Roughly speaking Unity is like UDK. Most of these are a high level game development kit that just requires some fundamental understand current tech jargon.CryEngine is similar to above 2 mentioned. You have to try out all of them(dont worry, you will feel right at home after a few hour spending with them)

Ok, now these game development toolkit are a complete package with different use restrictions. And all of these tools have EXTENSIVE documentation hooked up in their website. Massive Community. Regular Update. Just about almost everything any game developer could ask for. (of course I am talking about beginners)

Make anything using these toolkit. Give a checkride. See how fast/easy/comfortable you feel with these. Then ask yourself again, do you need to have a training to get used to with some tools? If you can't even teach yourself a simple tool where everything is almost ready, then I would suggest you to back off from the whole game development thingy.

Now ask yourself again

After doing any of these 2 tests you will automatically understand your strength and weakness as a game programmer/developer. Along the way you will learn all the necessarily technical knowledge required. At first things might look hard, yes as beginners its always a bit steep to step into the game programming/developing realm. But, trust me it very rewarding when you get a hold onto something that you did't knew half an hour ago. But, if you get yourself enroll into a training(of 2 month only), yes those jargon will sound familiar to you when you read the doc, but that's not a good way to start.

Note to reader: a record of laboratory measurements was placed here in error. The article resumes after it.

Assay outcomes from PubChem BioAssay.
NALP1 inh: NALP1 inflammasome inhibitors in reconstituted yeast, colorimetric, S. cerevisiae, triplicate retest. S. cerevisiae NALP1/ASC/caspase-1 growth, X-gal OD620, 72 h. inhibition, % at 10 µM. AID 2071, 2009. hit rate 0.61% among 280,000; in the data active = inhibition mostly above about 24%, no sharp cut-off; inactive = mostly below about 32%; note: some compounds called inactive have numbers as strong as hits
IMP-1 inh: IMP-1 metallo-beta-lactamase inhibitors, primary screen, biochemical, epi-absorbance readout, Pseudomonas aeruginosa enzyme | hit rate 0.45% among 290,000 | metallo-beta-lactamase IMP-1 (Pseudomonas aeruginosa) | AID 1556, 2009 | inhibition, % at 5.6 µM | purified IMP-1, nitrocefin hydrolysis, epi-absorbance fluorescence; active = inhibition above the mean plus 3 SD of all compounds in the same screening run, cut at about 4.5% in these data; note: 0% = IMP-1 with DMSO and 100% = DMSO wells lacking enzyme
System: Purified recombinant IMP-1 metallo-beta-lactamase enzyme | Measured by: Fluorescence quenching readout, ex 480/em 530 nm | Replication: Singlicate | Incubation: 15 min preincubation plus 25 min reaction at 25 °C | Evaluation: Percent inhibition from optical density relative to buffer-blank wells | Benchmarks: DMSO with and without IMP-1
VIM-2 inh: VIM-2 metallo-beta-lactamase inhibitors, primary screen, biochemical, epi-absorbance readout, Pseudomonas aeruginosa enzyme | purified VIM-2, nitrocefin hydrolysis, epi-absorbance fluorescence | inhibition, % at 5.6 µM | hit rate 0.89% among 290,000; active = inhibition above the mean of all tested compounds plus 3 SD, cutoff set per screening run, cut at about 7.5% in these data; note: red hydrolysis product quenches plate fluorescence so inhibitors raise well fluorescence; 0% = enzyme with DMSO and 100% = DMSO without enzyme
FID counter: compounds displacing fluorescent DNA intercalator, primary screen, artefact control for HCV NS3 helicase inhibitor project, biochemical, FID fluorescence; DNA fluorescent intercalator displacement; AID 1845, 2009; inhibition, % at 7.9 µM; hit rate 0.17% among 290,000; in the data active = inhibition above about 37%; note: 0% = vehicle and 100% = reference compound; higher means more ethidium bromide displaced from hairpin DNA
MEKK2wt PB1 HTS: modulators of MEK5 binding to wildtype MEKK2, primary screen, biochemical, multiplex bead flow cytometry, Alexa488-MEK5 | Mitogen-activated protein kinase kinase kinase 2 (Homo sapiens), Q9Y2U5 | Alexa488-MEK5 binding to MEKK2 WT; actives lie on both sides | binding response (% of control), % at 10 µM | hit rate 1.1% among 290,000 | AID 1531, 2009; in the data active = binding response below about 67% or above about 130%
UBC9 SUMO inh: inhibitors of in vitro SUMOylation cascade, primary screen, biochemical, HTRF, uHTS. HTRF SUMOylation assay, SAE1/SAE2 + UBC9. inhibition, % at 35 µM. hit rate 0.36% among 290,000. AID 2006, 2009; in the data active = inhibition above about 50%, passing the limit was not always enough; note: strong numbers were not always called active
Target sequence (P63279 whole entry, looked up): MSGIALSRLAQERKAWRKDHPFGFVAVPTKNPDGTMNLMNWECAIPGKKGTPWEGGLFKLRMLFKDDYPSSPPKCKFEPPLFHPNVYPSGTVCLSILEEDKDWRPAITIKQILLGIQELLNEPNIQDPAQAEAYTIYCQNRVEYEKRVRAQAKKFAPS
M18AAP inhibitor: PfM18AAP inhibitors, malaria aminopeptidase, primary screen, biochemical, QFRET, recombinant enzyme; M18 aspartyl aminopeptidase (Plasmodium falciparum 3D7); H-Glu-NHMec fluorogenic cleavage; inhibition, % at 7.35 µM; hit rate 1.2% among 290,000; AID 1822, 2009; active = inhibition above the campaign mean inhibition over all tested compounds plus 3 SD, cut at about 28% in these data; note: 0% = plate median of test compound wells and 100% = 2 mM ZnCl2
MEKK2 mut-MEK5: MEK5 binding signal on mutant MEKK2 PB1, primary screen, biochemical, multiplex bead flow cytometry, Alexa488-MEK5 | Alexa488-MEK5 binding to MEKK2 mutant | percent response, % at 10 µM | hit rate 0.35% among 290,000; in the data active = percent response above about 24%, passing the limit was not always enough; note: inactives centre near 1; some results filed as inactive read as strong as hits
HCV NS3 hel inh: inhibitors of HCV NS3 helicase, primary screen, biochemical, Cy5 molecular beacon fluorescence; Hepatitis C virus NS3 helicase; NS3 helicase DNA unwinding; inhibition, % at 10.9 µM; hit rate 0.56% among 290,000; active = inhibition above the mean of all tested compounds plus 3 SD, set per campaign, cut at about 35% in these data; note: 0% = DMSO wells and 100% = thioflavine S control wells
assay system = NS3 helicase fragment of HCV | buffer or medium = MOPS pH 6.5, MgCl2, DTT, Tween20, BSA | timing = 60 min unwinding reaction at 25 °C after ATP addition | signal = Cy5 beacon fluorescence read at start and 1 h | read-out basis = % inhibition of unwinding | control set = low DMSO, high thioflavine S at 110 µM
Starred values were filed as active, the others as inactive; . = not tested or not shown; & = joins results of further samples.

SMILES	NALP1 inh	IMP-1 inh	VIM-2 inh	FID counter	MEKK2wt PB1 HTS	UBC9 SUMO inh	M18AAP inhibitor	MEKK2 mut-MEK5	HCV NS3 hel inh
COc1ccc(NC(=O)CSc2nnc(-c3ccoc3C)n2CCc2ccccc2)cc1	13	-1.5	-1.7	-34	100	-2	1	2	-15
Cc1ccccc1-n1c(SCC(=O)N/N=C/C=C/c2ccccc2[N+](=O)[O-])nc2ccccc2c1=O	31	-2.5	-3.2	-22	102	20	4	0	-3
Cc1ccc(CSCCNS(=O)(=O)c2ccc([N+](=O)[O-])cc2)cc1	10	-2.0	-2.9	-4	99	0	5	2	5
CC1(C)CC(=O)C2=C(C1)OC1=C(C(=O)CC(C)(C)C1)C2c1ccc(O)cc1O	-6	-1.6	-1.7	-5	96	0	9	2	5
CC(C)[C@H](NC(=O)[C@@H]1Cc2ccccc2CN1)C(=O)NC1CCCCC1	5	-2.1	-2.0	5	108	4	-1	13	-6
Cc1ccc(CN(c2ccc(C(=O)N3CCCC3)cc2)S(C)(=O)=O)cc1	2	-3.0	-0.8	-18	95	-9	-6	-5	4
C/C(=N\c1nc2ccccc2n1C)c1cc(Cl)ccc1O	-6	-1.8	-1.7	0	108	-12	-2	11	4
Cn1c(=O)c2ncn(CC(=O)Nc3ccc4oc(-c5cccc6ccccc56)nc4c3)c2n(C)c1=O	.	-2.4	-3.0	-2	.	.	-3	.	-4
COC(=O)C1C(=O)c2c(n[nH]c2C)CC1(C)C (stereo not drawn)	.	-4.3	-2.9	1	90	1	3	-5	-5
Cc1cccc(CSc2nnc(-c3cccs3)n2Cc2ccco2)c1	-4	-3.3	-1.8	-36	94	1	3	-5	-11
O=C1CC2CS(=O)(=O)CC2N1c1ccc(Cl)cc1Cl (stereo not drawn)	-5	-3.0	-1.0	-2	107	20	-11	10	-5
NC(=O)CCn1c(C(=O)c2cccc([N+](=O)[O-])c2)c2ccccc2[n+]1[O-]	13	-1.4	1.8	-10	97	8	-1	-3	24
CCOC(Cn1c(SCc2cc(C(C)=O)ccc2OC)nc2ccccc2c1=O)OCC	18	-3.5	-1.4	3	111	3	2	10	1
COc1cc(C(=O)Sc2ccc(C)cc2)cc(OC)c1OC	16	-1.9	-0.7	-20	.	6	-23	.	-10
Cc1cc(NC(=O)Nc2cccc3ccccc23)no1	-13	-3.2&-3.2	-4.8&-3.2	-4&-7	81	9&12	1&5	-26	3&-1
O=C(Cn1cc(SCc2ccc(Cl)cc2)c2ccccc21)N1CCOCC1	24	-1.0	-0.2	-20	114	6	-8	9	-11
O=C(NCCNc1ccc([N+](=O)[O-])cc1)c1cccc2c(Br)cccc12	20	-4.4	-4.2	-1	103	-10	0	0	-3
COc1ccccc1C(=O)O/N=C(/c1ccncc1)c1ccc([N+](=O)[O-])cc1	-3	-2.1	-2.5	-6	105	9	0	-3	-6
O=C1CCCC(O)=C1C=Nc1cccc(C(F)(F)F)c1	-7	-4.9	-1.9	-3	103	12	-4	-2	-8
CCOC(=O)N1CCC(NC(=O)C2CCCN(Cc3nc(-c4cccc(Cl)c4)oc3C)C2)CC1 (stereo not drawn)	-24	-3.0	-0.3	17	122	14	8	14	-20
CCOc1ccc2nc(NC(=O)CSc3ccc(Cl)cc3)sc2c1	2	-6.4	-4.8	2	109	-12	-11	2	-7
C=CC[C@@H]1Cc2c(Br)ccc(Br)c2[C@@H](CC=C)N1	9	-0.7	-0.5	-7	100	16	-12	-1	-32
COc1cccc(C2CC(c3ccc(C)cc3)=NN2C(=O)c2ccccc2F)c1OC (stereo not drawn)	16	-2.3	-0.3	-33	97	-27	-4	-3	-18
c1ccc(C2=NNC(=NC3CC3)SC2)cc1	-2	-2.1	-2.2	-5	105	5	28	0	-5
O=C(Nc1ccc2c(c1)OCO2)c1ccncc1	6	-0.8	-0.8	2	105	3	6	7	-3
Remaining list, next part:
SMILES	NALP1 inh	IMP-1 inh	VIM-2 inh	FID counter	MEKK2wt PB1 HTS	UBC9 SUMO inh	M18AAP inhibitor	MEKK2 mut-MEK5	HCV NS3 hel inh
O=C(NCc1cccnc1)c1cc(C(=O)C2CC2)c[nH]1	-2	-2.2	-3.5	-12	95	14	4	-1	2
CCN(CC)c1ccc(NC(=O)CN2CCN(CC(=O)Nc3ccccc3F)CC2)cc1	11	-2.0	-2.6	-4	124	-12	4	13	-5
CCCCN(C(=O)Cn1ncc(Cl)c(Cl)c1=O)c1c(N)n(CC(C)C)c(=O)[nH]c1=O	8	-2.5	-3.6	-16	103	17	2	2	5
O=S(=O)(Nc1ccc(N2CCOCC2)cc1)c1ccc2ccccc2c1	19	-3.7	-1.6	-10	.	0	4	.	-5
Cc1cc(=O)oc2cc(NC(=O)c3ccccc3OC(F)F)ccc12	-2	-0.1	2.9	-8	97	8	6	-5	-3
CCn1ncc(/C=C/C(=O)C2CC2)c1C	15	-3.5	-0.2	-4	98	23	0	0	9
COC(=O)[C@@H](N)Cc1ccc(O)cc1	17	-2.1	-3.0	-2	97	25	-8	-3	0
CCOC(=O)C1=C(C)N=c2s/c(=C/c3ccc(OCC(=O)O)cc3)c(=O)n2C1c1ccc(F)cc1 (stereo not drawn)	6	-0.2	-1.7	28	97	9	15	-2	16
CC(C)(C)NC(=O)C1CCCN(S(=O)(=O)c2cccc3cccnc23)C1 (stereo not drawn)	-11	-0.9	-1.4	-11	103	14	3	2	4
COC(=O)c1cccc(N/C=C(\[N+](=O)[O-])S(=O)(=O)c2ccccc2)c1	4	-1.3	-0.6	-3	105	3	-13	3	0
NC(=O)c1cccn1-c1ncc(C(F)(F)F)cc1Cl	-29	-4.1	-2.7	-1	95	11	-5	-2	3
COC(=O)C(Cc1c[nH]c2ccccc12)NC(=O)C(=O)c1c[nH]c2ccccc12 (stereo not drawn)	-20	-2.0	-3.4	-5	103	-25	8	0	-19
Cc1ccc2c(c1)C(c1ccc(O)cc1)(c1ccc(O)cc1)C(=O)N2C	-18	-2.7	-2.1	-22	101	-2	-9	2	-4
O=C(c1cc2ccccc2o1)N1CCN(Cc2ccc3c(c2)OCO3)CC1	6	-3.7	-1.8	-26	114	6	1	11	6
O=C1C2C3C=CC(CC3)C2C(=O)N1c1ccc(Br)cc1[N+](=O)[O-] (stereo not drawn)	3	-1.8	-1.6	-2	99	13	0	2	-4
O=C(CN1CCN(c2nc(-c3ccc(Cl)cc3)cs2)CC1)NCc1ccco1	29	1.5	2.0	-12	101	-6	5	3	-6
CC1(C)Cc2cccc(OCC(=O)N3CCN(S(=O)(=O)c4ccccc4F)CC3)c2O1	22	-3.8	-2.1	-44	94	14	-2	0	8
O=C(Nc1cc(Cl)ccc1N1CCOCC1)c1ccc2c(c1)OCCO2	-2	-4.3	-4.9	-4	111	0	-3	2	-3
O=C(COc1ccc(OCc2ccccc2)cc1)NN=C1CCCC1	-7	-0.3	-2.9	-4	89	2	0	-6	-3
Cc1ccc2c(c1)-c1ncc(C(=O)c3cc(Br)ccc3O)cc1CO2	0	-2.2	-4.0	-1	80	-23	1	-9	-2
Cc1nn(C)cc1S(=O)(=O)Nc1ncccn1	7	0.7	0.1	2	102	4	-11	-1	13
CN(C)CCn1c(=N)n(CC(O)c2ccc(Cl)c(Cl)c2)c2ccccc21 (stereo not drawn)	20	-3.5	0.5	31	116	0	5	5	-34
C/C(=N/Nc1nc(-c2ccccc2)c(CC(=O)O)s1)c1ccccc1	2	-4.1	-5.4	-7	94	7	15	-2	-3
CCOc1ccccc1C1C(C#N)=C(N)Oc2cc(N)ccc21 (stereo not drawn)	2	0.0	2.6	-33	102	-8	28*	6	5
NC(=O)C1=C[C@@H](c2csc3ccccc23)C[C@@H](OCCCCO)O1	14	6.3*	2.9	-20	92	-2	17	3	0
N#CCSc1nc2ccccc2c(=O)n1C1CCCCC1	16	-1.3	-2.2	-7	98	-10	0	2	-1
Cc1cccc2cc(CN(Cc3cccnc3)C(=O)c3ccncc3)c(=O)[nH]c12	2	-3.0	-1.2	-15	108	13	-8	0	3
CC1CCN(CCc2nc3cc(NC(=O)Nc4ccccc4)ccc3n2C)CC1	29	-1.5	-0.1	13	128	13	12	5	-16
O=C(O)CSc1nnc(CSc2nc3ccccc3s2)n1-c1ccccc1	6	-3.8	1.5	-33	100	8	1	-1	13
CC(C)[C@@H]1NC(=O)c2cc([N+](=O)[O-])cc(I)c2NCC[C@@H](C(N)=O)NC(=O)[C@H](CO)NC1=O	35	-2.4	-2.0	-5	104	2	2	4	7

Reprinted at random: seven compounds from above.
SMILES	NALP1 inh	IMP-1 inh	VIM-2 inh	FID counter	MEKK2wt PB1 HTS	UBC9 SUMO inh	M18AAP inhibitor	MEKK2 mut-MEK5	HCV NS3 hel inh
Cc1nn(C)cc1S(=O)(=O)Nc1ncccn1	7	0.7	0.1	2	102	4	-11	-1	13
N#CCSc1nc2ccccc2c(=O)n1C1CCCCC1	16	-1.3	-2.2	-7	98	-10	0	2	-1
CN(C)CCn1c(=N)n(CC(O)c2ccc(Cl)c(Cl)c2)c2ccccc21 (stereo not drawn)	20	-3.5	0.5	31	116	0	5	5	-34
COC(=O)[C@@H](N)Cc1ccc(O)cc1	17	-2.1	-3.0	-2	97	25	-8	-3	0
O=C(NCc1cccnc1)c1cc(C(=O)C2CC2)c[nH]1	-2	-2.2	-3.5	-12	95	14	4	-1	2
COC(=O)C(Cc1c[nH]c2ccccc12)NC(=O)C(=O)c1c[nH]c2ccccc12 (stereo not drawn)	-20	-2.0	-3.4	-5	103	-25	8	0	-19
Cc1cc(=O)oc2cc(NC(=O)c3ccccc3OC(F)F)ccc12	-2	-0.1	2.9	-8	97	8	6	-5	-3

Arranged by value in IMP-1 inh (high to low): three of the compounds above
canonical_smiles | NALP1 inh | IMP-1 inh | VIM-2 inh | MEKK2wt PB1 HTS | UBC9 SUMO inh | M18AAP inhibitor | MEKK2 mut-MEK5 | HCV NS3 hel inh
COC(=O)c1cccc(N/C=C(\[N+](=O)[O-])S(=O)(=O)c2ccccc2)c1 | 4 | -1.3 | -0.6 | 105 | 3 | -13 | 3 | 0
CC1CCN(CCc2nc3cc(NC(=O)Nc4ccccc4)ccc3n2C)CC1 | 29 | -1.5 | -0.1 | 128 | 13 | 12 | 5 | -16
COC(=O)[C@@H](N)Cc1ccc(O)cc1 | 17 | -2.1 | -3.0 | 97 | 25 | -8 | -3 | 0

Do you need a 2 month training?

Not necessarily. Just start with something. Make something. On that way you will find out what you know and what don't. Always keep pushing the limit. And if you really want to learn form ABCD...well, what can I say...Google a bit. Read whatever you find.

Just a foot note, don't waste you time reading OpenGL 1 tutorials. :)


If you're almost a B.Sc., then take that knowledge today, get a couple good books, and start leveraging the vast resources across the web to learn the basics of game development. (Welcome to the industry.) If you haven't learnt enough about technical programming during your bachelors studies to do that, then short courses aren't going to help you very much anyway.

The point is, from where you stand now, you should already have the most important knowledge you need to get going -- without paying someone else to teach you things you can easily learn yourself.

You get out what you put in, and that applies to short, cheap courses as much as anything else.

  • \$\begingroup\$ Other than the technical part of the course, I have networking in mind, because you know, here in Brazil we don't have too much opportunities to meet people that are really interested in game development. What do you think about this? \$\endgroup\$ – user9471 Nov 2 '11 at 23:20
  • \$\begingroup\$ Networking, and the experience of game development within a team, that's something else. If that's one of your goals right now, then maybe you should go for a course, because it's not something you'll get from a book. Although the internet does offer opportunities to work in teams as a game developer. Gamedev.net is one such place to join a team; there are many others. Just a thought. \$\endgroup\$ – Engineer Nov 3 '11 at 0:25

I wrote and presented a short crash course on the world of game programming; you can find the slides here: http://iki.fi/sol/gpc/

..and the practical stuff here: http://iki.fi/sol/gp/

Apart from that, I wholeheartedly agree with Nick, there. It's also best not to do this alone; find same-minded people and start a local game programming club! =)

  • \$\begingroup\$ Agreed; OP should take that money that would have have been spent on travel and courses, and spend it on renting out a place to hold the club, or snacks if done in the garage/basement! \$\endgroup\$ – Engineer Nov 8 '11 at 15:57
  • \$\begingroup\$ That's indeed a good way to spend this money. \$\endgroup\$ – user9471 Nov 10 '11 at 13:23